If you’ve managed to put your A-Team notions of what the film might present you with to the back of your mind for these introductions then they’ll soon be at the forefront of your thoughts once more as the action kicks in. For a Black Ops team, such high minded notions such as combat tactics are swept away as Clay’s band drive a vehicle straight through a drug lord’s compound doors at speed and proceed to shoot everything that moves, only pausing for brief witticisms such as Clay picking off two men beside a pair of bikini clad women only to smile “ladies”. The buddy action theme of shooting and quipping is continued to excess though, with Evans’ portrayal of Jensen proving less an affably likeable motor mouth (as in the comics) and more an infinitely punchable figure with all the wit and charm of a lobotomised drive time DJ. Some exaggerations work on the printed page of graphic novels but merely highlight the difference in mediums when transported to the screen.
In the space of a couple of minutes the catalyst for the plot is laid down in simplistic fashion – the men have been double crossed, a helicopter full of kids has been blown up and now “The Losers” are assumed dead and mad as hell at the shadowy figure, Max, who set them up. Stranded in South America after their failed mission, this leads to various clichés of in-fighting amongst the group and Clay being depicted as a troubled leader desperate to hold his men together while they figure out a way to get even. Cue the entrance of two characters that are at polar opposite; Aisha and Max. Aisha (Zoe Saldana) is clearly intended to add a bit of fire and sexuality to proceedings, but quickly turns into a rather limp rag along for the ride whose main purpose is to steer the narrative at various points. She offers the men a way back into America and a chance to settle the score. At the other end of the scale is Max – the disembodied voice finally takes corporeal form in the guise of Jason Patric. A great character in the comics, he is perhaps the only creation of Diggle’s to survive to the screen intact, if not in totality of actions and lines, certainly in overall style. Patric not only steals each scene he is in but also leaves you wanting to catch up with the Machiavellian villain whenever we are moved to watched our protagonists. A strangely appropriate mix of Benjamin Kane from Wayne’s World and Donald Rumsfeld, the besuited Max is a satirical evil genius for the twenty first century – a man plotting the start of global conflict and chaos for the good of the world, plus a healthy profit of course.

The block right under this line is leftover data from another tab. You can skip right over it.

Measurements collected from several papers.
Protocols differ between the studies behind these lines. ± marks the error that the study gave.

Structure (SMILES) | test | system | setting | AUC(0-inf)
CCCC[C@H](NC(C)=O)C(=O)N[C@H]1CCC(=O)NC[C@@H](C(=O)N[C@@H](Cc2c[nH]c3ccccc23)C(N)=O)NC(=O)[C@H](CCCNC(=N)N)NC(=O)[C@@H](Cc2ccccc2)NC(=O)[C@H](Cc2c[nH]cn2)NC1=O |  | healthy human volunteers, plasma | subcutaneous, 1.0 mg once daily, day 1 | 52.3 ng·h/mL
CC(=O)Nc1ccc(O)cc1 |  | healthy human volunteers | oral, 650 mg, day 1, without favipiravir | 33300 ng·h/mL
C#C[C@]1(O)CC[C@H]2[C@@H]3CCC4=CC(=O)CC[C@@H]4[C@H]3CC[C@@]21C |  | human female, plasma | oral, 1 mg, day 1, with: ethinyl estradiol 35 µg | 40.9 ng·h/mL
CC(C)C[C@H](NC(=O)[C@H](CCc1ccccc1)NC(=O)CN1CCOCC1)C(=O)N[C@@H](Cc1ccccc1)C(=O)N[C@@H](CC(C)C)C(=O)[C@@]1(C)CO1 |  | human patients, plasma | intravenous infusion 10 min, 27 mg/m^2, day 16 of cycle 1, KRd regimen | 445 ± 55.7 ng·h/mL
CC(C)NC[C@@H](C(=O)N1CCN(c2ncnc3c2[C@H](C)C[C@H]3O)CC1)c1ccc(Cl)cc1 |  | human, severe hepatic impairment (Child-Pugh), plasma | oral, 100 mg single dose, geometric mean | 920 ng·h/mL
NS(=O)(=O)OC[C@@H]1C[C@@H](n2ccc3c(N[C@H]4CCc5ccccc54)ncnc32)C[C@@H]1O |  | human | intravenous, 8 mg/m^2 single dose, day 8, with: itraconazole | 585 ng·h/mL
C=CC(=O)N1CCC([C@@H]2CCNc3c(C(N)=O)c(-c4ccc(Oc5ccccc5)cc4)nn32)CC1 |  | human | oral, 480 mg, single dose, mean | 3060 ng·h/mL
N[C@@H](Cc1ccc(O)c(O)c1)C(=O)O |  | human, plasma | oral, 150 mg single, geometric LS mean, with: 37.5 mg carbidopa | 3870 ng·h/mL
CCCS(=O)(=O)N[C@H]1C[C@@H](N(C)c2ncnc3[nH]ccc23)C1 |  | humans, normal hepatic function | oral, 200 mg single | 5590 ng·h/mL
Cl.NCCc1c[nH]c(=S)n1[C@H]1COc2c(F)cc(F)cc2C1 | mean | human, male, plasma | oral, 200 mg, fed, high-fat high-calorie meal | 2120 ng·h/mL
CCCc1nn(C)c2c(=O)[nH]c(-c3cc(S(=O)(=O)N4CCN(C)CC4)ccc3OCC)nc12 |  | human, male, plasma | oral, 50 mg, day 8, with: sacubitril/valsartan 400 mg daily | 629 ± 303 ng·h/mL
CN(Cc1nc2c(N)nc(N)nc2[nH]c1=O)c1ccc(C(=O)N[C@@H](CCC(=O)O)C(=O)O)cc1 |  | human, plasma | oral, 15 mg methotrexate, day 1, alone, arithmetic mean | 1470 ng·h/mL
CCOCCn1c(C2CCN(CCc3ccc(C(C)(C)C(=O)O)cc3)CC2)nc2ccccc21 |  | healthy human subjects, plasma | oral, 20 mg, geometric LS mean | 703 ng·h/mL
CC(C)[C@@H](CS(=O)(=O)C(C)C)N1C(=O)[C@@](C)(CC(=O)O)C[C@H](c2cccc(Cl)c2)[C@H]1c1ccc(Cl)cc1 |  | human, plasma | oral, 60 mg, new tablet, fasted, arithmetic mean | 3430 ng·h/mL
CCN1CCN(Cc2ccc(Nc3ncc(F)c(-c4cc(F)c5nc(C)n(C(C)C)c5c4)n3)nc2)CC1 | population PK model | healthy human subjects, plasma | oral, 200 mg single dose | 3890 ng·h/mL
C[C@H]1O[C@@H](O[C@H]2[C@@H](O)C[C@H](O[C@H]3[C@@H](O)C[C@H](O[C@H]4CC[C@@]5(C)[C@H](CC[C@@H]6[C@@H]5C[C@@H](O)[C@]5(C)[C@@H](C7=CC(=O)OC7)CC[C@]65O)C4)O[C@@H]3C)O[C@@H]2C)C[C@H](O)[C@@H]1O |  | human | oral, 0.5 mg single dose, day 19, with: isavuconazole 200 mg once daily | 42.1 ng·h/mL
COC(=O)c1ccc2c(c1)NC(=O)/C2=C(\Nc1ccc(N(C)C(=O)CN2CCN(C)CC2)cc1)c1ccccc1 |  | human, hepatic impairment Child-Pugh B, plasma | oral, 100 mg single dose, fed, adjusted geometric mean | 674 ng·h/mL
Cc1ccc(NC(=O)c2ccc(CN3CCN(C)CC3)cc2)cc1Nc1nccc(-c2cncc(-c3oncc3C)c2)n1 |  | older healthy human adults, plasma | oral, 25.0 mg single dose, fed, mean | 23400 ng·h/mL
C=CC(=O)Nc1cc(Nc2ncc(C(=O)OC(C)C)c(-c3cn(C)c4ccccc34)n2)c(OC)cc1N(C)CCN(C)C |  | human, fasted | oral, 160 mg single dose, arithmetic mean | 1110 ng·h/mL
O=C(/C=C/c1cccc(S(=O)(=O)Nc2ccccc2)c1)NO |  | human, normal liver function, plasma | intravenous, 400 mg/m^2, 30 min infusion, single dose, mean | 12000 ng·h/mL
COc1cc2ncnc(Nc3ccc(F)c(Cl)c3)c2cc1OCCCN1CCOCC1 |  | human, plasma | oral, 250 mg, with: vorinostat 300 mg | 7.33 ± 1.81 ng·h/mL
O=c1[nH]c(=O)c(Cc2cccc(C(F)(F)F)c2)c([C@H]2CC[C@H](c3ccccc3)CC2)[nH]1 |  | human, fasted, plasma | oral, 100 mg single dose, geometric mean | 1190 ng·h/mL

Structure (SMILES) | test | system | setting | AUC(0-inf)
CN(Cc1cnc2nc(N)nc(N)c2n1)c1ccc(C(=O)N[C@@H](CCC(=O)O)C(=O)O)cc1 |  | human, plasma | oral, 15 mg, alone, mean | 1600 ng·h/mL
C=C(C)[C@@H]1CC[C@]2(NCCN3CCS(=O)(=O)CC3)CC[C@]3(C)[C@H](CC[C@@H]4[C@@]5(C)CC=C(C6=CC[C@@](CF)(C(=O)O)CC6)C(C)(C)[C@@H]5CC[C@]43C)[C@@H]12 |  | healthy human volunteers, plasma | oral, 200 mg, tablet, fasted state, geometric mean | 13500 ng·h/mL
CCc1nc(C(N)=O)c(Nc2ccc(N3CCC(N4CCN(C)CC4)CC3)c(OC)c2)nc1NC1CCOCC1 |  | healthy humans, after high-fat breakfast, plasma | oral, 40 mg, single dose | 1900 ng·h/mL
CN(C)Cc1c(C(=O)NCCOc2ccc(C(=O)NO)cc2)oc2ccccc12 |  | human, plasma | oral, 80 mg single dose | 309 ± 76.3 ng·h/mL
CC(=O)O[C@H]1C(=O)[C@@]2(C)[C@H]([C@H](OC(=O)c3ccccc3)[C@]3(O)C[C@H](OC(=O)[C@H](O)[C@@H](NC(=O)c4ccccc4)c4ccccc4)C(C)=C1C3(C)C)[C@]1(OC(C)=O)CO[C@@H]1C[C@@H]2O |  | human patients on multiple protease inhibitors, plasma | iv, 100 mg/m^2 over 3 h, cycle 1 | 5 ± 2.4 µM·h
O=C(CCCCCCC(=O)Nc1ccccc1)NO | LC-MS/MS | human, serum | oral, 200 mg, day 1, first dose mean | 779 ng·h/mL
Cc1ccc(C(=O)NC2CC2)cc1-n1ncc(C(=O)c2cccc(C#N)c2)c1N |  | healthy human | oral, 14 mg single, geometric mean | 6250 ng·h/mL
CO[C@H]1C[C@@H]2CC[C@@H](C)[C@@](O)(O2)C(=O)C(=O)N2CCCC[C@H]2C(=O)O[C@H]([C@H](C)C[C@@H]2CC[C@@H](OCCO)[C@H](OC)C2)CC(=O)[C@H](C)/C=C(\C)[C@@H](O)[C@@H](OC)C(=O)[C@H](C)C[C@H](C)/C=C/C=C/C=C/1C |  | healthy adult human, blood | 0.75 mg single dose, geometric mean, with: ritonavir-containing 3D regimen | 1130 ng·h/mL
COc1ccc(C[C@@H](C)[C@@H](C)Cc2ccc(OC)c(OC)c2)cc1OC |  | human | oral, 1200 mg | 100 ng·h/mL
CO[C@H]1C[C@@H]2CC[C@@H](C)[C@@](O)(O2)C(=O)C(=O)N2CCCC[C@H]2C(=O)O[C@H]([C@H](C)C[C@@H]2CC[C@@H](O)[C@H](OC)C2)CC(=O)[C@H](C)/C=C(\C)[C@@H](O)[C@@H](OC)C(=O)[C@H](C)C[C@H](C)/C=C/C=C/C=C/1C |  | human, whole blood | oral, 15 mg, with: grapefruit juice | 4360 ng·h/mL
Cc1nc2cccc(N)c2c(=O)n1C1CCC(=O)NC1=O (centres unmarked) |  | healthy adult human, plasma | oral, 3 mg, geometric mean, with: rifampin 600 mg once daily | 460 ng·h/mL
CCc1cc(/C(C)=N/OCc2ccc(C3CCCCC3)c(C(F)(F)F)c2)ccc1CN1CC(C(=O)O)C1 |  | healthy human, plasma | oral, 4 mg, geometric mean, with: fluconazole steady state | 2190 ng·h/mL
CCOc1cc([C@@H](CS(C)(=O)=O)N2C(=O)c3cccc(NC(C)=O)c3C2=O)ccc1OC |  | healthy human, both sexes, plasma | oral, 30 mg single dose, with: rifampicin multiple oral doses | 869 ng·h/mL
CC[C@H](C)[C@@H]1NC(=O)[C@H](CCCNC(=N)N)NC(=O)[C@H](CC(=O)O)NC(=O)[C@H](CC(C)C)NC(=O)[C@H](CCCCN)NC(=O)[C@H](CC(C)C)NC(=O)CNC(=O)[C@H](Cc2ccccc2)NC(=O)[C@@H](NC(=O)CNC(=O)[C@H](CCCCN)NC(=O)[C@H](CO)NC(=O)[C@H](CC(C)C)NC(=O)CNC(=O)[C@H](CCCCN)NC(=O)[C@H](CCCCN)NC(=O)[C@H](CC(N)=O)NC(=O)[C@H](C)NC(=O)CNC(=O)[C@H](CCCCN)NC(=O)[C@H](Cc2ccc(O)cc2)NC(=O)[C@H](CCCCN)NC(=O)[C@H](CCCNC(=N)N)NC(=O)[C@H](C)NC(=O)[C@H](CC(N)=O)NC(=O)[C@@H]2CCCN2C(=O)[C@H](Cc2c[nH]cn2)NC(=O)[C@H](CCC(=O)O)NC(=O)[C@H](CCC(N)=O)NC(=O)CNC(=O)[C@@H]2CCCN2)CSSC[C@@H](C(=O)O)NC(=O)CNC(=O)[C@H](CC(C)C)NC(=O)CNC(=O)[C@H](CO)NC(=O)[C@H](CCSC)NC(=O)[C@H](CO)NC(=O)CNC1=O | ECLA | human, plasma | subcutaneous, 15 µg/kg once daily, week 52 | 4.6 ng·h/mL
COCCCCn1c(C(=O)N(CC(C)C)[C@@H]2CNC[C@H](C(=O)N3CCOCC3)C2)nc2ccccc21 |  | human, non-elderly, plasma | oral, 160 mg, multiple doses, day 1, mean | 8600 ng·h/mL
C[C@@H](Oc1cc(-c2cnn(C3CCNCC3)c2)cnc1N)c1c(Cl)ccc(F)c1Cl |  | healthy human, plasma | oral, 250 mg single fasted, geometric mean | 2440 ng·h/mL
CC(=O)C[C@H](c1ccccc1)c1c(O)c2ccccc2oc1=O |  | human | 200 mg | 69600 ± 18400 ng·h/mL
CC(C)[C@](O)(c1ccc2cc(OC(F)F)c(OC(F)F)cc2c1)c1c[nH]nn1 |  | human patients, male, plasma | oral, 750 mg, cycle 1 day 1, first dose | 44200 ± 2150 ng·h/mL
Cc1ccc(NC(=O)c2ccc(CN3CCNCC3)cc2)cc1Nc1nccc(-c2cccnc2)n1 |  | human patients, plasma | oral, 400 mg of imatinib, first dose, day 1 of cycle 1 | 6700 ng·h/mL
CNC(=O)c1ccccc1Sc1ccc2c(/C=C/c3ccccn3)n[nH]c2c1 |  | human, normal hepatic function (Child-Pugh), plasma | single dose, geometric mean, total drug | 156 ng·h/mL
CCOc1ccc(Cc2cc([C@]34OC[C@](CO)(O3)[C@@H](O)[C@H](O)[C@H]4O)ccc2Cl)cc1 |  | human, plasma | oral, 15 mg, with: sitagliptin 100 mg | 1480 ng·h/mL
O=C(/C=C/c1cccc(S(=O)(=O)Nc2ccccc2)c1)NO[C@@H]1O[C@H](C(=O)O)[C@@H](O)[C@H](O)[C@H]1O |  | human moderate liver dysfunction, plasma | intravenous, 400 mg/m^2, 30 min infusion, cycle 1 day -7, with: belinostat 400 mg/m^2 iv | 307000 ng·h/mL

When Patric isn’t lighting up the screen with his smarmy visage we at least get to see some action. Guns, helicopters, explosions and good old fashioned fisticuffs are all utilised to keep the momentum firing along at a breakneck pace. There are the few instances of depth and a twist or two on the road but carnage is the appeal here. The problem is once again the A-Team comparisons are brought back to the fore as soon as we get anywhere near a set-piece. Whether it be a sub Face moment such as Jensen trying to chat up an attractive lady during an operation or the Scrapheap Challenge-lite approach to a mission, all are below the level of the aforementioned film, and the fact that this was made on budget well dwarfed by that of its rival only heightens the abyss between them. A couple of genuine explosions don’t mask the computer generated nature of many stunts, and they are not particularly convincing.
The Losers had the great misfortune to come along at a time when what must have been a notable influence on the original comic book was brought back to greater public attention. It’s light on brain-food and heavy on asinine character interplay, but Patric’s performance and the presence of Morgan rescue it somewhat. White’s direction doesn’t help, favouring flashiness that would fit in a comic panel rather than cinematic atmosphere. When faced with such an uphill battle, unfortunately The Losers, well, lose.